Autres nouvelles Hookup Apps Are Doing a Better Job at HIV Prevention Than the Government
The increased popularity of HIV prevention system PrEP on hookup apps seems like good news for gay men and for Canada's healthcare system. But the trend is highlighting a bit of a hitch: the potentially life-saving drug program is still not approved by Health Canada.
Truvada, the revolutionary drug used in the PrEP system, is sanctioned as an effective way to treat people who are already HIV-positive. Yet the drug has also proven itself as a hugely successful way to prevent transmission, prompting doctors to prescribe it as "pre-exposure prophylaxis", aka PrEP, to people who are at risk of getting HIV. Canada's federal government, however, has yet to officially recognize this very important other purpose.
But gay men have taken note and are passing the message along. On hookup apps like Grindr and Scruff, users are mentioning PrEP under their sexual preferences or even directly within their profile names. Erstwhile Grindr user Dan Snow says it's sparking a conversation, albeit one that leads to a disappointing realization for Canadians.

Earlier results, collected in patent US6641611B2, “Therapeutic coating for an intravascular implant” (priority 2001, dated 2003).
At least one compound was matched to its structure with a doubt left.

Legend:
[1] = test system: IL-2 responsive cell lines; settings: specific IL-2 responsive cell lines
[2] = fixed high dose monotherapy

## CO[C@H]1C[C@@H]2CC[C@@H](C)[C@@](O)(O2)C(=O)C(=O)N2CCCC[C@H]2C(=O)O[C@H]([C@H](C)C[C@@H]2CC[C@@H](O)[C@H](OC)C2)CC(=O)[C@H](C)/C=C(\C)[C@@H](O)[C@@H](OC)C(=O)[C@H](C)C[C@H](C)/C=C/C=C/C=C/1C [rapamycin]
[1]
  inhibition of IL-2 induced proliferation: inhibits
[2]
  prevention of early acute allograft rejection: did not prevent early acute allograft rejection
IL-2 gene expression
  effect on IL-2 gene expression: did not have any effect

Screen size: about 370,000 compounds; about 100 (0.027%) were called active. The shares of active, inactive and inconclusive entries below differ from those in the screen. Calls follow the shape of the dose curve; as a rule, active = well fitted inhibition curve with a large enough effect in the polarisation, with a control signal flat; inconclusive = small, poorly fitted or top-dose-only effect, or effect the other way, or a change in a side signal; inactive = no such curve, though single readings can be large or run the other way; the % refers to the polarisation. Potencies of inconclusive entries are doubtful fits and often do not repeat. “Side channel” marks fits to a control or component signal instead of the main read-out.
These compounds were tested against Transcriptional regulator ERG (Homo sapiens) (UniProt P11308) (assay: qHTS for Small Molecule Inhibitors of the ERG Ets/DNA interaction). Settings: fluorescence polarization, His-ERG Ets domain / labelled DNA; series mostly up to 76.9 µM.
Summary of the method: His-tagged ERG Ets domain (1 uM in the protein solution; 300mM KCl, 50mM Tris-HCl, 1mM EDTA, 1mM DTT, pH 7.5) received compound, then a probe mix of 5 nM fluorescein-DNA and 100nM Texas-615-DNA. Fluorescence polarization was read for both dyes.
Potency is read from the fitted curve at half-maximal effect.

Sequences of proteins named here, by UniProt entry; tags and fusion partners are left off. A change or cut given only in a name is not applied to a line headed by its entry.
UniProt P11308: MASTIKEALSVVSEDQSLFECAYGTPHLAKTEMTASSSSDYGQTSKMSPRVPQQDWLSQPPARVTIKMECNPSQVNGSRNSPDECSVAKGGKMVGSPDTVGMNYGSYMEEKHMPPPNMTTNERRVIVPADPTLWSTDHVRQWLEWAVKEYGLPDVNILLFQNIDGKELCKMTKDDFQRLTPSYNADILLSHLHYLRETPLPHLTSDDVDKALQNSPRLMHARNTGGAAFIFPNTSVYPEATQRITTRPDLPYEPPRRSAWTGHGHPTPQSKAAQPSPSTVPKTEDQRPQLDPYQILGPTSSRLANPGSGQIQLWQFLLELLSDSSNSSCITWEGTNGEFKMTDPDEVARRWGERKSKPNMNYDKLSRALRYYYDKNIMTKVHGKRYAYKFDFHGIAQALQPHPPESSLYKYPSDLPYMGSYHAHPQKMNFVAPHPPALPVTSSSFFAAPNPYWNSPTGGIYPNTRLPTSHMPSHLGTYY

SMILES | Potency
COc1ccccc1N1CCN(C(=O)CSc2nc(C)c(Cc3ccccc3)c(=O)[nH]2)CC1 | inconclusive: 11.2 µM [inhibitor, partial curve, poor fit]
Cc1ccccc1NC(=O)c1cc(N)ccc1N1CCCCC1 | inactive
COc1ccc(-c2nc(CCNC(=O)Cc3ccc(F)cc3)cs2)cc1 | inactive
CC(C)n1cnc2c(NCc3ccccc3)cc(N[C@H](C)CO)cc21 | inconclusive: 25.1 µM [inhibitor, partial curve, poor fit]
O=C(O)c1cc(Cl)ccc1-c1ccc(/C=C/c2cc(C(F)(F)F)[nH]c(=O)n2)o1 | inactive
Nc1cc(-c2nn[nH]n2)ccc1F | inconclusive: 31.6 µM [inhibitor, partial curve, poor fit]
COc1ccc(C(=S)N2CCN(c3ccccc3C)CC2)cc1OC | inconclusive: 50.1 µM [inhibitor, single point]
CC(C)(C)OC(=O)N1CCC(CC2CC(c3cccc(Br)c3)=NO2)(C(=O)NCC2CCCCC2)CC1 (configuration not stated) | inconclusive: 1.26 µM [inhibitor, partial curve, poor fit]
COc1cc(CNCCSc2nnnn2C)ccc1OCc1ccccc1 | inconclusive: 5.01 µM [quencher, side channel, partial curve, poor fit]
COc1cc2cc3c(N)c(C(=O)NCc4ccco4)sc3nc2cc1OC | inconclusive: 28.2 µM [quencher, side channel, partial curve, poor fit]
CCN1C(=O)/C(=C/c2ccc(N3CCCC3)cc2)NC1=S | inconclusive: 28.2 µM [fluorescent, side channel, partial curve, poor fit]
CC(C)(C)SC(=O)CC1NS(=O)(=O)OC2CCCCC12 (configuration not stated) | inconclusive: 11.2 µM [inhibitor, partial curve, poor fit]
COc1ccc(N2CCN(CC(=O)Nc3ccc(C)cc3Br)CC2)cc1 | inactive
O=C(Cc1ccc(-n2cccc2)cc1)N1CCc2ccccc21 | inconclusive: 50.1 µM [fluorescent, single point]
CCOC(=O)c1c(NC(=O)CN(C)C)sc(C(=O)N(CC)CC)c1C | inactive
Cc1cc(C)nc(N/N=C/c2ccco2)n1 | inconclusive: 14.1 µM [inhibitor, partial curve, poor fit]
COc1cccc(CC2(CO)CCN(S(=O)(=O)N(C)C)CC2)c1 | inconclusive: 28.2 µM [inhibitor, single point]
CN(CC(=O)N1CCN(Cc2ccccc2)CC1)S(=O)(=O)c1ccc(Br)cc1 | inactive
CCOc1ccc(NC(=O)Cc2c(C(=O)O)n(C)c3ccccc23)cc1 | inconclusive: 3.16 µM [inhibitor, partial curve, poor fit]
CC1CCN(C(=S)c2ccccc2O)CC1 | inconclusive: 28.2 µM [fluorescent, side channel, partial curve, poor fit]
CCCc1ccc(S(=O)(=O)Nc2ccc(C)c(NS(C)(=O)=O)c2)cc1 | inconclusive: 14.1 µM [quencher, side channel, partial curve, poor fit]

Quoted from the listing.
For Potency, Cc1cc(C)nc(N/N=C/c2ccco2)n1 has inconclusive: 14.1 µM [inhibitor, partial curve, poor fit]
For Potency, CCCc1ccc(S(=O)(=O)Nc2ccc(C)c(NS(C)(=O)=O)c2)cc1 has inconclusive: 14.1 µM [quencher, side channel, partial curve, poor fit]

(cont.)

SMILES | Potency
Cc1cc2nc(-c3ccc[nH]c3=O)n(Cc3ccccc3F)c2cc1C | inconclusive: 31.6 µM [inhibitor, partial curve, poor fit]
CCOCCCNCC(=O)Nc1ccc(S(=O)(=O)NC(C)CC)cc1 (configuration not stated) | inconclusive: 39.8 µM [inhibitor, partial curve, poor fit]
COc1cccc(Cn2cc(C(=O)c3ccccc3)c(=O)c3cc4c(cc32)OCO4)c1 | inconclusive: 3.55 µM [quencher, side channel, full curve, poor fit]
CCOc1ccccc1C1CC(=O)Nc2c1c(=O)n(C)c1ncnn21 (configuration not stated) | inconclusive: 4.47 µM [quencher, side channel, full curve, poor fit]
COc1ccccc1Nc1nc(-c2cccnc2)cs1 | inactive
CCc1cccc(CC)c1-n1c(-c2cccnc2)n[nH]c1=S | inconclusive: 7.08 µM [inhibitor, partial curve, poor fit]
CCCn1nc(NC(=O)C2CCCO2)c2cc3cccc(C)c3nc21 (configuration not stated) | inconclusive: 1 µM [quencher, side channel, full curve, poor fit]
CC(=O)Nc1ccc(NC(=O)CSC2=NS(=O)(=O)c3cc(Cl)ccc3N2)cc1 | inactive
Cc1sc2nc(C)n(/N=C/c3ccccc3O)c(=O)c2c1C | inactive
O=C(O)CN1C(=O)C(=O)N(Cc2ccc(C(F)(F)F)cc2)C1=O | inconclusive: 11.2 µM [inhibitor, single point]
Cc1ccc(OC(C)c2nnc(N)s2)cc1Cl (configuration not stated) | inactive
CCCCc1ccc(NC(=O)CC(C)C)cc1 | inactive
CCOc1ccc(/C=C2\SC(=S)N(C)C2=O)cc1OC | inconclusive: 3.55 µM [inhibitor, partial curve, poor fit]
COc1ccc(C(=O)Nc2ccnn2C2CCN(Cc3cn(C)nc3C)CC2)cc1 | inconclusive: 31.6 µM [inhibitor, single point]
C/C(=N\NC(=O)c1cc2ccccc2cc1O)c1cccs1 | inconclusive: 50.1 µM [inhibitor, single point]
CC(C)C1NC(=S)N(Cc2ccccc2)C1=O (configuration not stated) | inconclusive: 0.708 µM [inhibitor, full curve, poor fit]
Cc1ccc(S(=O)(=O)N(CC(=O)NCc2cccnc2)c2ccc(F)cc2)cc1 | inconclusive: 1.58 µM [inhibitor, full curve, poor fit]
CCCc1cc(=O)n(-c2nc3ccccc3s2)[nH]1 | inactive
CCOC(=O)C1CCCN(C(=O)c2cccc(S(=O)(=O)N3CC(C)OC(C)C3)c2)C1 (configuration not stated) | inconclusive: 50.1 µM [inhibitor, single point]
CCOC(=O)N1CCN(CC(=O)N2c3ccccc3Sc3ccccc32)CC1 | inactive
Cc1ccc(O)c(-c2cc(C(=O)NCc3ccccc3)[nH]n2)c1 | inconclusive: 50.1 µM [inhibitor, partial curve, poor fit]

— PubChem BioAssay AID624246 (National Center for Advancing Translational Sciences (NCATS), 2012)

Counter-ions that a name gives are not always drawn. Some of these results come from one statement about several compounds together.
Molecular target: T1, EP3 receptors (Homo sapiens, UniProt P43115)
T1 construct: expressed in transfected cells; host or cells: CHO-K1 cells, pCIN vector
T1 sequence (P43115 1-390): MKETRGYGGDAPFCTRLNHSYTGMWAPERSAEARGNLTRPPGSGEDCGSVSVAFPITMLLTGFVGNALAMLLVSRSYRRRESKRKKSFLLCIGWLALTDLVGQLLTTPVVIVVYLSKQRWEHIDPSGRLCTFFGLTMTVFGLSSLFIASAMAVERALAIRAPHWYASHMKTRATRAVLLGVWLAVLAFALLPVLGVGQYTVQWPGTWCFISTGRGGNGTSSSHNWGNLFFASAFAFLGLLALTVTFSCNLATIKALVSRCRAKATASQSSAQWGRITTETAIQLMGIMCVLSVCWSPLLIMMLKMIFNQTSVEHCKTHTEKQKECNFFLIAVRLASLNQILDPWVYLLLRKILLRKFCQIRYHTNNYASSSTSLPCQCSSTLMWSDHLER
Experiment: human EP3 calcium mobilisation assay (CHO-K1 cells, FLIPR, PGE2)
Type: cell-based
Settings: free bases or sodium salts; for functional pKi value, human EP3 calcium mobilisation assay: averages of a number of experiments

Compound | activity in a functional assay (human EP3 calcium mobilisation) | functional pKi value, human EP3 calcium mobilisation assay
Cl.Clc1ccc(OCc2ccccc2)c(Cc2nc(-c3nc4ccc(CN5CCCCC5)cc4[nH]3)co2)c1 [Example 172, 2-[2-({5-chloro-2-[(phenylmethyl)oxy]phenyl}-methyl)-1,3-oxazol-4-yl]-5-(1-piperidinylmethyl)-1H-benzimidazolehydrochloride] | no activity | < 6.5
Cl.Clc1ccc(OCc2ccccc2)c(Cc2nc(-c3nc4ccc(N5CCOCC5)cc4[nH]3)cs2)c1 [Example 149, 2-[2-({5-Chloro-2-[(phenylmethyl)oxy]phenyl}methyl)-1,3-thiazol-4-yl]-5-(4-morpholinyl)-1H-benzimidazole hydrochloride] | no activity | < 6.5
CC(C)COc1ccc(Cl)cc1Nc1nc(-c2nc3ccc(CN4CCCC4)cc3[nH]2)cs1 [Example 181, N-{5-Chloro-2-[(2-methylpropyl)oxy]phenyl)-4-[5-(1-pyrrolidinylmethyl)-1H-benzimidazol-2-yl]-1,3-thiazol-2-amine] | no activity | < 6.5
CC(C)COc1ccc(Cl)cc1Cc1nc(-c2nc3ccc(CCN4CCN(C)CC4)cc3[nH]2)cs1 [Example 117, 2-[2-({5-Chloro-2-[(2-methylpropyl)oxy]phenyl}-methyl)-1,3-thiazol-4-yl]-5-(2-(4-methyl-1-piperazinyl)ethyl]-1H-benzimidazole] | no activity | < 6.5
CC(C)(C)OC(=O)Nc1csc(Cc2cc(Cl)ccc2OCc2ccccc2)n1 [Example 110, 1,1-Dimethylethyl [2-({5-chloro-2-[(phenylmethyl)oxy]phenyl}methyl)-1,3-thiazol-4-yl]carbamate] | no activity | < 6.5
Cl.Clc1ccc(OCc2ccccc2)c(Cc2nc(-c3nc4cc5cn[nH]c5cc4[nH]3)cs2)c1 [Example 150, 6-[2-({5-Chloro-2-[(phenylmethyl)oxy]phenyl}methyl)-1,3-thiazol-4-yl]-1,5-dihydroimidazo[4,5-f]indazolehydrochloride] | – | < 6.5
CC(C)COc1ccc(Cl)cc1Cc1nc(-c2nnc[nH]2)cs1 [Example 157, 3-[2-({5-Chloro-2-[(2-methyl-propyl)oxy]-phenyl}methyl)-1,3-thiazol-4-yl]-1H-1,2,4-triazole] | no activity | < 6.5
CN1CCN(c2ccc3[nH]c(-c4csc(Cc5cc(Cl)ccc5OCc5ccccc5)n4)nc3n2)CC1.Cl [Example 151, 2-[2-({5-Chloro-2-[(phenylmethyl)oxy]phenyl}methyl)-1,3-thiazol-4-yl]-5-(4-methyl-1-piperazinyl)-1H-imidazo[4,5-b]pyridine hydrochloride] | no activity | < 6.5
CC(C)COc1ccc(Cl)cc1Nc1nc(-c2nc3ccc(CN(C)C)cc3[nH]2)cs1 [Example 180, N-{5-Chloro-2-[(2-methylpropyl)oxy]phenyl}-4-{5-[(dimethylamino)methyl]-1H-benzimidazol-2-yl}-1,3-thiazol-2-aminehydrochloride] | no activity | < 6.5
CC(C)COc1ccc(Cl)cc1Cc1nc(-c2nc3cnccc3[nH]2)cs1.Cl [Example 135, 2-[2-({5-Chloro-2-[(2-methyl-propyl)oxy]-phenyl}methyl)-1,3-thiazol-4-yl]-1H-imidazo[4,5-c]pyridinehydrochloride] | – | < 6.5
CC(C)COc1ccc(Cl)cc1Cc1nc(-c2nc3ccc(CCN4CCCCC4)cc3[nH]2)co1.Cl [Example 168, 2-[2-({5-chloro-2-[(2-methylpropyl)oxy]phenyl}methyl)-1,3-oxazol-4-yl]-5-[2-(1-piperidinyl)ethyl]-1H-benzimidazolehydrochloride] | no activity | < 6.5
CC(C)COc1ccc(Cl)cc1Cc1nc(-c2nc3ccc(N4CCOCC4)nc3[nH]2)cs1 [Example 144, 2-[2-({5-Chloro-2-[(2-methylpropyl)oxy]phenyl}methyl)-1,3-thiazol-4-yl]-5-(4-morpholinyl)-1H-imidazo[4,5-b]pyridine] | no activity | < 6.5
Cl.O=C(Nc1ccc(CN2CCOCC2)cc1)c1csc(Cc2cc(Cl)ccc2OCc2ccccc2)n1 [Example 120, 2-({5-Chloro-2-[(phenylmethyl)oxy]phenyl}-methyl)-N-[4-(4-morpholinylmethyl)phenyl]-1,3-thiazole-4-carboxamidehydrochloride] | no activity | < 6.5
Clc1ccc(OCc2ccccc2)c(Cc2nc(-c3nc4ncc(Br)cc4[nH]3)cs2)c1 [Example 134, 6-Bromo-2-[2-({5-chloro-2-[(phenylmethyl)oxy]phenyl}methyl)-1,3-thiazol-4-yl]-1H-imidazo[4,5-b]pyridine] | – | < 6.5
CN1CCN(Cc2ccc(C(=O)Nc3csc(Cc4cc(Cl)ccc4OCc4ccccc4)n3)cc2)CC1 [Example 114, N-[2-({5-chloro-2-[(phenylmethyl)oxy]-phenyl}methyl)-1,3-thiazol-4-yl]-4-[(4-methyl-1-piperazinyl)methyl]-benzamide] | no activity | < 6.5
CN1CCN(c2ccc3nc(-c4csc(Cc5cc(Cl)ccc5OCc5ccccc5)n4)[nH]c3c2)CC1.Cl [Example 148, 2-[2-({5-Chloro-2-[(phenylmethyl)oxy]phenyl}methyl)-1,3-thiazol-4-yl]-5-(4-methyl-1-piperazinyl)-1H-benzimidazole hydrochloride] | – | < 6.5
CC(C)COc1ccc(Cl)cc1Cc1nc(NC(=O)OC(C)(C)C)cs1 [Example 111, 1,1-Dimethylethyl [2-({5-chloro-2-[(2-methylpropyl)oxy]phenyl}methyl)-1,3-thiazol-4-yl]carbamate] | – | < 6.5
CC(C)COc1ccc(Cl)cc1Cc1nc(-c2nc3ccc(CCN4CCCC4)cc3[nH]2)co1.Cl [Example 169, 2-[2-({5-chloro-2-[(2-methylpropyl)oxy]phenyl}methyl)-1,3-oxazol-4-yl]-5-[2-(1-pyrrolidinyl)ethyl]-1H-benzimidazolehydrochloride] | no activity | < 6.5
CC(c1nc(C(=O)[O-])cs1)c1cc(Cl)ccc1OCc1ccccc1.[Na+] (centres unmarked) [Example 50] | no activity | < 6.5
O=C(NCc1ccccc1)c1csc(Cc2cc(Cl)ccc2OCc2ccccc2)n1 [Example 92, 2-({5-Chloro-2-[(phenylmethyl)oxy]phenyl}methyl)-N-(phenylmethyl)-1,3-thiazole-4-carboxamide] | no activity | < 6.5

"It's definitely planted the seed for me to ask my doctor," says Snow, a Toronto-based digital strategist. "But my understanding is that it's hella expensive."
That's because without Health Canada's stamp of approval, PrEP can be prohibitively pricey.
Sean Hosein, editor at HIV resource website CATIE.ca, says that in most of the country, a month's supply of the daily-dose drug can cost more than $1,000. "Every province and territory has a list of drugs they subsidize," he explains. "The Quebec government does subsidize the use of Truvada, but not the rest of Canada." La belle province's universal drug insurance plan means that insurers cannot refuse coverage of the PrEP system and so the drug is much more affordable, sometimes even free.
Since preventing HIV is not the drug's approved mandate, prescribing Truvada within the PrEP system counts as off-label use. "Because it's approved for treatment, many insurance companies can reimburse patients," Hosein says. "But some HIV negative people are saying their insurance companies stop paying once they find out the drug is being used for prevention." Snow's doctor also warned him that insurers who find out about off-label use can request a reimbursement for any amount they've covered.